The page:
Messaging Standards for the Holacracy Brand:

... (a) All prominent mentions of the brand must include a "®" symbol next to it. ...

(b) All printed or digital documents marketing the brand should include the following statement somewhere in the copy, typically at the bottom of the page or the footer of the webpage: "Holacracy is a trademark of HolacracyOne, LLC."

(c) The name "Holacracy" should be used consistently without spelling deviation: use it capitalized, don't use a translation (e.g. Holacratie, Holakratie), don't transform it into an adjective (e.g. holacratic).  ...

So I can change the website however makes sense for my role, but within the constraints of these policies. 

Now, proposing a circle policy limiting a delegated domain is valid governance, however it might be a bad idea and someone might have an objection (it would not be a "Not valid governance" objection, but it could be another objection - depending on the specifics)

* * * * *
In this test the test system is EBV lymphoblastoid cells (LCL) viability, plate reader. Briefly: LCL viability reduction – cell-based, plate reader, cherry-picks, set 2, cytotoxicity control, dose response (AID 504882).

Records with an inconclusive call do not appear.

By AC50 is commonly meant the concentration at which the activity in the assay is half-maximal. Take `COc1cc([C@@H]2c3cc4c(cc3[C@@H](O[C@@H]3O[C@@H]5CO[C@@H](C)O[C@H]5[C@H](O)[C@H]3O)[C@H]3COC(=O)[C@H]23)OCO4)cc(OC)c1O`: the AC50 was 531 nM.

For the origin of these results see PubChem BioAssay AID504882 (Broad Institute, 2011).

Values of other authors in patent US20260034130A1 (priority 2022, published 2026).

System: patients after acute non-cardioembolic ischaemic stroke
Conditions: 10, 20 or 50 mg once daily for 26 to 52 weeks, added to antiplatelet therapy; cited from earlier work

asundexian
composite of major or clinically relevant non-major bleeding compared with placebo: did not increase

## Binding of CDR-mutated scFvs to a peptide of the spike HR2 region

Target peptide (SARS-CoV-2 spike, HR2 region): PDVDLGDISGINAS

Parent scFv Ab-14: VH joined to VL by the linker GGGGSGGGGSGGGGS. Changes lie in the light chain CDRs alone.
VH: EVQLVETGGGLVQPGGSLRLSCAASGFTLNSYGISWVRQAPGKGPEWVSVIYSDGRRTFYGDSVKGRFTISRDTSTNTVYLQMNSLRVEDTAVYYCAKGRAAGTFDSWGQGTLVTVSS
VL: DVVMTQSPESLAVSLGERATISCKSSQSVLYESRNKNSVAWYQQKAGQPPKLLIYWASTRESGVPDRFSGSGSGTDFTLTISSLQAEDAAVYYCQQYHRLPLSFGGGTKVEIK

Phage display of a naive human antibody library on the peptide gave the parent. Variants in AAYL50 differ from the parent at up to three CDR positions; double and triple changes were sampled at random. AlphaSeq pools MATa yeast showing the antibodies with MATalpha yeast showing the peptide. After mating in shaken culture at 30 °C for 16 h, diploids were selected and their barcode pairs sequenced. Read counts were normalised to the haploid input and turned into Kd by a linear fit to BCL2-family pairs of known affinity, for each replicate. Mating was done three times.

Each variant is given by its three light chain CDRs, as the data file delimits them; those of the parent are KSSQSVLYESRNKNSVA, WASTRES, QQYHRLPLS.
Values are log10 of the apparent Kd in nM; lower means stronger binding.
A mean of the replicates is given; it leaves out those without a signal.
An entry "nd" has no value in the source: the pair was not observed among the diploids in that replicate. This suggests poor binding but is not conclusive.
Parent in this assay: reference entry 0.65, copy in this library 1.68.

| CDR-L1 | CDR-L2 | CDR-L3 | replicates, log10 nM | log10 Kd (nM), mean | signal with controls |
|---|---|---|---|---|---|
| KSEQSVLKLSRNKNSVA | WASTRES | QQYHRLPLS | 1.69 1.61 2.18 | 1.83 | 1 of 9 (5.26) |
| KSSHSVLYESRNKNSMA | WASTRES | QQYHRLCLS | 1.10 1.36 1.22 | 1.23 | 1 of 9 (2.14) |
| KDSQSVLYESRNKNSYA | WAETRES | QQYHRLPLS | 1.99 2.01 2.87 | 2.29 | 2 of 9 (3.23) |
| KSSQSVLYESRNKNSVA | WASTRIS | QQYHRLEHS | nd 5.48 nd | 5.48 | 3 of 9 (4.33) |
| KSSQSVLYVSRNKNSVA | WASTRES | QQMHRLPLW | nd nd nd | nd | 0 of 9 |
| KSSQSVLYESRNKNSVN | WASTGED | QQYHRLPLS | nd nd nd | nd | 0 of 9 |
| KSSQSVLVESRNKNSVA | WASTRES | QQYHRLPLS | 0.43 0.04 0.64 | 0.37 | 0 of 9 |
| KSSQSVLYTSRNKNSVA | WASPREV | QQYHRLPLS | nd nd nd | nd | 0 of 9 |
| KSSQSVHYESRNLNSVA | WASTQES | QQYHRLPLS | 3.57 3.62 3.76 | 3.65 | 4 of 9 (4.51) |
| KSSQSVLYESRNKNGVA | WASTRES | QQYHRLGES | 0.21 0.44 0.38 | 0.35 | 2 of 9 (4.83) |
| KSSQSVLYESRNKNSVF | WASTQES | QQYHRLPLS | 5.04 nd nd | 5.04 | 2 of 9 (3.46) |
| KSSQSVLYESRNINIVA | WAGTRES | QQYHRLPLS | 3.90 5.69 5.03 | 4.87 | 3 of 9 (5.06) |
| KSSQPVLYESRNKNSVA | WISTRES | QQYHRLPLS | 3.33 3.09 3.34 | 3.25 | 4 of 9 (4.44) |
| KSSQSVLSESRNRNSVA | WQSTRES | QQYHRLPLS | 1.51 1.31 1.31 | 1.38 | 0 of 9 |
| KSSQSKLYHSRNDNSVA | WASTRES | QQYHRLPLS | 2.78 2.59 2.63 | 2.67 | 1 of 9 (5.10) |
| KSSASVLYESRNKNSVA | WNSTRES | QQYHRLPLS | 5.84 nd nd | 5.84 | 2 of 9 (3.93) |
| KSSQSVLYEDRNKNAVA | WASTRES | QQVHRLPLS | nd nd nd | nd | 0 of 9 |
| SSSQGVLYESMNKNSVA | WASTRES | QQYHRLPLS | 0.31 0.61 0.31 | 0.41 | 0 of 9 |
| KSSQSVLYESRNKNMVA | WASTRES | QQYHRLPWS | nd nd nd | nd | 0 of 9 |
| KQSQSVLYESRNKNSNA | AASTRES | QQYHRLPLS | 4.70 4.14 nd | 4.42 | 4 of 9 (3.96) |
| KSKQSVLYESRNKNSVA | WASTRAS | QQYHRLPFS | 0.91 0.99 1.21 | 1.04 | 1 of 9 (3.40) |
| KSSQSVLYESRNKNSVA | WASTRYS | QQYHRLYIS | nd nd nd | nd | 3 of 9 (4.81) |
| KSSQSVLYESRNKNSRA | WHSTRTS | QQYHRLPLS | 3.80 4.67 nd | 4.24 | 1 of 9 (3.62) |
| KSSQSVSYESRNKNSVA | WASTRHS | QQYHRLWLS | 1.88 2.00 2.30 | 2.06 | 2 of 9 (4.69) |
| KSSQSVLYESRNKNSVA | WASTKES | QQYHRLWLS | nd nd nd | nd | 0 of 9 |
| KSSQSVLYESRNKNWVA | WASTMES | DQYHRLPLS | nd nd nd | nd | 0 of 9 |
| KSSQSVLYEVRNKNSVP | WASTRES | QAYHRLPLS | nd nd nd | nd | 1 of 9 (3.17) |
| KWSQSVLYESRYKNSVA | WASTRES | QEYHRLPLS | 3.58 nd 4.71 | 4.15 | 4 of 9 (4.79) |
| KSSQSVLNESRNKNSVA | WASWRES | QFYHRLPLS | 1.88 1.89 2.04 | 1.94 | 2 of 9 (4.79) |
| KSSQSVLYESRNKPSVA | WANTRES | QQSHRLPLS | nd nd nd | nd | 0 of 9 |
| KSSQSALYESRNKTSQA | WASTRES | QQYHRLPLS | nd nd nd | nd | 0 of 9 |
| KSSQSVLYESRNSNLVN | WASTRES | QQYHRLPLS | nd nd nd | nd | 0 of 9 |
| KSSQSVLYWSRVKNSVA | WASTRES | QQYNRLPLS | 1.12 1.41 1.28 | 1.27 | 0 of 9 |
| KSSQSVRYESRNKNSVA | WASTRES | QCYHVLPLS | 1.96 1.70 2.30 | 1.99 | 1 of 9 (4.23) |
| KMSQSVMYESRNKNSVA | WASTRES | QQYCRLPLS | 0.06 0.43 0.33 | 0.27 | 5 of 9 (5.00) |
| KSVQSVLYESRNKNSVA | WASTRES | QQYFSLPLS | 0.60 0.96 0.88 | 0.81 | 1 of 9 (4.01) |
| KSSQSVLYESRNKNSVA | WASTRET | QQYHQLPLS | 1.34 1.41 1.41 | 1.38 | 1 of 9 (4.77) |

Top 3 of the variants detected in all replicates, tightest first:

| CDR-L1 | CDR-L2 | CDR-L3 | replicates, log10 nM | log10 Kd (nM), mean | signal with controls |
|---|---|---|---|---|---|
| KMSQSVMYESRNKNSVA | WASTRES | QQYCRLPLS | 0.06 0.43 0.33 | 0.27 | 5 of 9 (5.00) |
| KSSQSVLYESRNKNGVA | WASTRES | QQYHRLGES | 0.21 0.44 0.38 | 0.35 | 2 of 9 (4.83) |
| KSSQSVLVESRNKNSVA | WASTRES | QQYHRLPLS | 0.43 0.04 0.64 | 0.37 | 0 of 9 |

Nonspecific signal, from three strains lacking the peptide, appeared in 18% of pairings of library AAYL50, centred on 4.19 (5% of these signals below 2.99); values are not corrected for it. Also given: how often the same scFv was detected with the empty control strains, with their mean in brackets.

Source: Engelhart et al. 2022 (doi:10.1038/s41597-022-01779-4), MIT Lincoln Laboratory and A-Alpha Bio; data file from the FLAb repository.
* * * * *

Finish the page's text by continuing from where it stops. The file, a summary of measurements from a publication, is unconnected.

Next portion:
Sandy Li

Very helpful , thanks to all !

Tom Mulder

[@mention:449411339497350002]. In your example the restrictions come from other Policies that are not directly related (Branding) to the Domain Website Strategy. Looking at the last paragraph of your post it is valid Governance to set a Circle Policy that impacts the Domain.

For example a Circle Policy: "All relevant roles may add new people biography to the assigned team pages on the website" would be OK.

This Policy would then trump a Policy from the Domain holder on this and the Domain holder should bring his Policies in line with this Circle Policy.

Is this the correct interpretation of your post?


Anne Nynke